Some are media savvy because they have been around that block before.
Some are more tech savvy and today I would imagine many are internet
savvy. All are anxious and you have to use "kid gloves" with them
most of the time.
Anne Leighton (Leighton Media) I find that
musicians are probably more knowledgeable about the ways of the
web than publicists are. In general, the internet has very few outlets
that the hordes go to for updated info and publicists choose to
work with the small websites because the reporters are polite. The
mentality is that record companies want what is called "real media,"
meaning print newspapers, magazines, national or regional TV shows
and then the popular sites like ALL MUSIC GUIDE and ROLLING STONE
ONLINE. To see well-hyped sites like ALLSTARMAG.COM cease its existence
or combine into CDNOW, which ended up cutting its staffers is a
significant statement on how insignificant the web is to media outreach
However, most artists are grateful for whatever media
they can receive because it is a struggle to get into ANY media
outlet. So if I can get a placement in a junior media outlet that
20 people go to every month, there may be hope I'll sell two CDs.
For a baby band, I will take that attention.
[MuzikMan] What are some
of the hardest barriers and attitudes to overcome when you are dealing
with tours, recording studios, and labels?
Rhonda Kelley (Rainmaker Publicity) In a word,
TIME. In a perfect world, we would have 2 months prior to a CD being
released nationally and 1 month before a tour started. The reality
is that very few Indie musicians realize how far in advance magazines
work. It is November and I am getting confirmations for reviews
& features for February-March 2004 issues.
Victoria Rose (Lightyear Entertainment) Getting
the information needed to do the job, especially tour info. Everyone
in the business knows what is needed to do tour press. It's a matter
of having a good tour manager that can do the job, feed you the
tour info, travel info and also be sure the interviews get done
(if the press agent is not on the road.) As far as the recording
studio - this should never be a problem as the artist is paying
for the studio time, so the studio should always be cooperative.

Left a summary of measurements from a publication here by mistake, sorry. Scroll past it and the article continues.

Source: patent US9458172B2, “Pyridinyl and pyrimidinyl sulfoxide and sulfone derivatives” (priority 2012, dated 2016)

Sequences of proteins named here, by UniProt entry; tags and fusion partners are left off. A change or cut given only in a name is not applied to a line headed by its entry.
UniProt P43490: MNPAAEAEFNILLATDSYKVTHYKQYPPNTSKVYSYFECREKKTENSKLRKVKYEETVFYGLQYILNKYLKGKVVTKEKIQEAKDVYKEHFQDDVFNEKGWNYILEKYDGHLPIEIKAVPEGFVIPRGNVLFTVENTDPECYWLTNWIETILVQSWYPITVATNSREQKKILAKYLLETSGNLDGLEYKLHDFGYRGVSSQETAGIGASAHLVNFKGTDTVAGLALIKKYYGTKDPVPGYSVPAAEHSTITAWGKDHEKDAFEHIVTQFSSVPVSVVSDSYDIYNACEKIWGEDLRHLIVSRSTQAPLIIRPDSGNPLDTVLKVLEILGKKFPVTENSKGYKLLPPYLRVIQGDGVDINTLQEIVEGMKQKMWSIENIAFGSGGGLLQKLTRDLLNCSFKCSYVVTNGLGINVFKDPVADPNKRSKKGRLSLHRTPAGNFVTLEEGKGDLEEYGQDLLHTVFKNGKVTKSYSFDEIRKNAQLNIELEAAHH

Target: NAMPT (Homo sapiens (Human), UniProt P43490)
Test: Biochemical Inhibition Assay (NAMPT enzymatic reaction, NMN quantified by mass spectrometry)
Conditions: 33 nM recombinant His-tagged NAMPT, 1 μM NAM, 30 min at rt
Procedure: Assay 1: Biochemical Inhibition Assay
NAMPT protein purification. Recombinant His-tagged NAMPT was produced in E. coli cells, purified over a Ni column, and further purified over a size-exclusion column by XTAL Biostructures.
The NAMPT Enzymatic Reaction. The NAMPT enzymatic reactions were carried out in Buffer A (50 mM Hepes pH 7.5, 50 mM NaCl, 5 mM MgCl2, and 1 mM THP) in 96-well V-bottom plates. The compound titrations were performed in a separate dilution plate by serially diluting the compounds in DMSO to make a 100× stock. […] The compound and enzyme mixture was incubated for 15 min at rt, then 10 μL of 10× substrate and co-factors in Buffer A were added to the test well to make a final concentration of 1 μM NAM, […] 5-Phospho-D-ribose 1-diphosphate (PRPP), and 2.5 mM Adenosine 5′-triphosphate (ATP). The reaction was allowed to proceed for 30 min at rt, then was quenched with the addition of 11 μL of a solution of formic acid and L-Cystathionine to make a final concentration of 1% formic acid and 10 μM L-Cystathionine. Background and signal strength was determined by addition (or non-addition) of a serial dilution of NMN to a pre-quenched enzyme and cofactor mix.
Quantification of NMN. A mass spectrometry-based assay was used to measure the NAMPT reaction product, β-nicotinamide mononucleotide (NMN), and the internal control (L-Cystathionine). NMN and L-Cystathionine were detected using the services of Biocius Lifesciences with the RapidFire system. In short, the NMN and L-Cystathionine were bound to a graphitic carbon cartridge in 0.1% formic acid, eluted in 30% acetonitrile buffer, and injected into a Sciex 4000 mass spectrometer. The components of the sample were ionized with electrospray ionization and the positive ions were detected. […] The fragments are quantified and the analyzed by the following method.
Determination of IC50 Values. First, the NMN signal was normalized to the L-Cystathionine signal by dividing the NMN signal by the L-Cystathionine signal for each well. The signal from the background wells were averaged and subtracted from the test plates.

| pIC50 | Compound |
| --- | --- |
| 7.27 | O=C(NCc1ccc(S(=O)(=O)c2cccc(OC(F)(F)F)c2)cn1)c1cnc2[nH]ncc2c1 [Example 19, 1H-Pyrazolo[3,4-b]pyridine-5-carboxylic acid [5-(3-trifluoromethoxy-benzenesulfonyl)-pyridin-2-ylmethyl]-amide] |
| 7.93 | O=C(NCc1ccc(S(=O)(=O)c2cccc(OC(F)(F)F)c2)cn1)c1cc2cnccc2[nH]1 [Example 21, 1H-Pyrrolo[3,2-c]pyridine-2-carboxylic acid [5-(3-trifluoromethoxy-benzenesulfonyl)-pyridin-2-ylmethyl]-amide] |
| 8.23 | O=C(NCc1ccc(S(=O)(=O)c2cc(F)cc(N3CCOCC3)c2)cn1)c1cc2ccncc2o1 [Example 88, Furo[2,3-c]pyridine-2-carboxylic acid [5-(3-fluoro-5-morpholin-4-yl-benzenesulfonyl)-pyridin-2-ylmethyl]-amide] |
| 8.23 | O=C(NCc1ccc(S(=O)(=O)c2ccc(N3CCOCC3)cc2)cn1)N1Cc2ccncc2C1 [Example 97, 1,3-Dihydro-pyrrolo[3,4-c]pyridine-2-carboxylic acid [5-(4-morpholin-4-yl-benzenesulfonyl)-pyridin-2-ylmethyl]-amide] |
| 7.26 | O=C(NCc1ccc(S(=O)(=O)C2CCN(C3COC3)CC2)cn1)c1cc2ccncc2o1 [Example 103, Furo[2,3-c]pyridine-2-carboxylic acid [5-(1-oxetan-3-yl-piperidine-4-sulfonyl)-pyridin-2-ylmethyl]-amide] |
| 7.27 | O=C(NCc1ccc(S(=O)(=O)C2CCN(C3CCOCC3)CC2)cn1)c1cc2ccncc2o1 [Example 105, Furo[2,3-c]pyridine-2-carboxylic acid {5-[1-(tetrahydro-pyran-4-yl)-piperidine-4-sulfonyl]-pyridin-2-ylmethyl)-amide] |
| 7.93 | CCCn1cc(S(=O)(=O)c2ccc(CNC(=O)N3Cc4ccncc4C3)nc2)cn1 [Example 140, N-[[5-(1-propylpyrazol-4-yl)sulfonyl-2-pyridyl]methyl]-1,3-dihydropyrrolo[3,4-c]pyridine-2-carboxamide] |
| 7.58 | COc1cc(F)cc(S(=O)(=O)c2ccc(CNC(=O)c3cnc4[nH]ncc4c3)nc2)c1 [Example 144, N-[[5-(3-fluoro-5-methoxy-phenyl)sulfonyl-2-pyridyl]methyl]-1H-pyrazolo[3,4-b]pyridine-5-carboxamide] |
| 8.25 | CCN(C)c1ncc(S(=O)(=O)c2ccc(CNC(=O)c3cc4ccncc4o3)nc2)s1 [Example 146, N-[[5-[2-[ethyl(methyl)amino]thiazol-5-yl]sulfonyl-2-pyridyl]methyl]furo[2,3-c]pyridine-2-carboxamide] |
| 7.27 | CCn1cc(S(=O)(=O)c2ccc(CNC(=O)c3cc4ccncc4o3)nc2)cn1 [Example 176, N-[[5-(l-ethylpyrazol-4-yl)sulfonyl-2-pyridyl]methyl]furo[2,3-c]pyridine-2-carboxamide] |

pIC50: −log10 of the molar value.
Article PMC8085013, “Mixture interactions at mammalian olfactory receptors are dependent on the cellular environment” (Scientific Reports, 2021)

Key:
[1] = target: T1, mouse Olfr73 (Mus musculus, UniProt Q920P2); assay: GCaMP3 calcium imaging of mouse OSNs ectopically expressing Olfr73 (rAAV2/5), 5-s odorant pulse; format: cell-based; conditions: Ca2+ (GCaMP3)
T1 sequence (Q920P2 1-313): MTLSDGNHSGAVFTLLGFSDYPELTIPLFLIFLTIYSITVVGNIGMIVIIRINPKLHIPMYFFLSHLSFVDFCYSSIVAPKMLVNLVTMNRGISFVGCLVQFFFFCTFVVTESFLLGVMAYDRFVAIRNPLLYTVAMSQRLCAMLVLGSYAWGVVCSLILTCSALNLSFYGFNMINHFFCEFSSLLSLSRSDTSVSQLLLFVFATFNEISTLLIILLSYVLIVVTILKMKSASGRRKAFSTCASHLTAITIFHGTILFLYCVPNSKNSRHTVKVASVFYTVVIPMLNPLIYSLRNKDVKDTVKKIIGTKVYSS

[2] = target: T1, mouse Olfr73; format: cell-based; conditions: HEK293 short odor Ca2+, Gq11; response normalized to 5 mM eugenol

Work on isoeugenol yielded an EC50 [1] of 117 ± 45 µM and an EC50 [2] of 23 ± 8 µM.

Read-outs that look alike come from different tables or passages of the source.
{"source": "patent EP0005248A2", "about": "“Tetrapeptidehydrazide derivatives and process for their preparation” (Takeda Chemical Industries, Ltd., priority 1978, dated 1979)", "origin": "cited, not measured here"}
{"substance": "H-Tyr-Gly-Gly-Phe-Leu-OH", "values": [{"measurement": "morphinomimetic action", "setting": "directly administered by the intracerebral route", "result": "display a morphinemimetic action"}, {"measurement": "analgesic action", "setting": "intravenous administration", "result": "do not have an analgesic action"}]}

Labels are usually very cooperative as they are pleased to have
someone outside handling artist that is a priority.
Leighton (Leighton Media) When I am dealing with labels, who
are generally my clients, I have to follow their directives, so
there are no barriers and attitudes to overcome. They are the boss.
Tours... I like getting tour dates six weeks in advance for an unknown
band. It is easier to find media placements if you had a hit or
were a mainstay at some era in rock & roll history and you are going
after the media three weeks out, but ideally, you want to set up
interviews and make calls six weeks out for everybody. It is purely
an organizational issue.
I have not dealt with recording studios at all.
[MuzikMan] For those
of you that work directly for a label what are some of your daily
challenges promoting artists? What is the difference (if it applies
to you) from working on your own and a label?
Rhonda Kelley (Rainmaker Publicity) As an Indie
publicist, I get to choose the bands I work with. A label publicist
does not choose the roster, the label does. That is the main difference.
Terri Hinte (Fantasy Jazz) Effective communication
between artist/manager & label is the single most important factor
in a successful partnership.
Victoria Rose (Lightyear Entertainment) The
challenges start with getting the press to notice your artist, especially
the unknown ones. Most artists that can afford press agents are
established. The ones that cannot are the ones that need the most
help. Because of the barrage of product today (worse than ever)
journalist do not seem to have a chance to listen to many CDs. They
usually go for the ones that are familiar to them. It is less work,
and when they do, it is usually under trying circumstances.
I have artists that deserve and should get the attention
because their product is good or sometimes great. It is difficult
to get a journalist to listen and in my case, most of the time,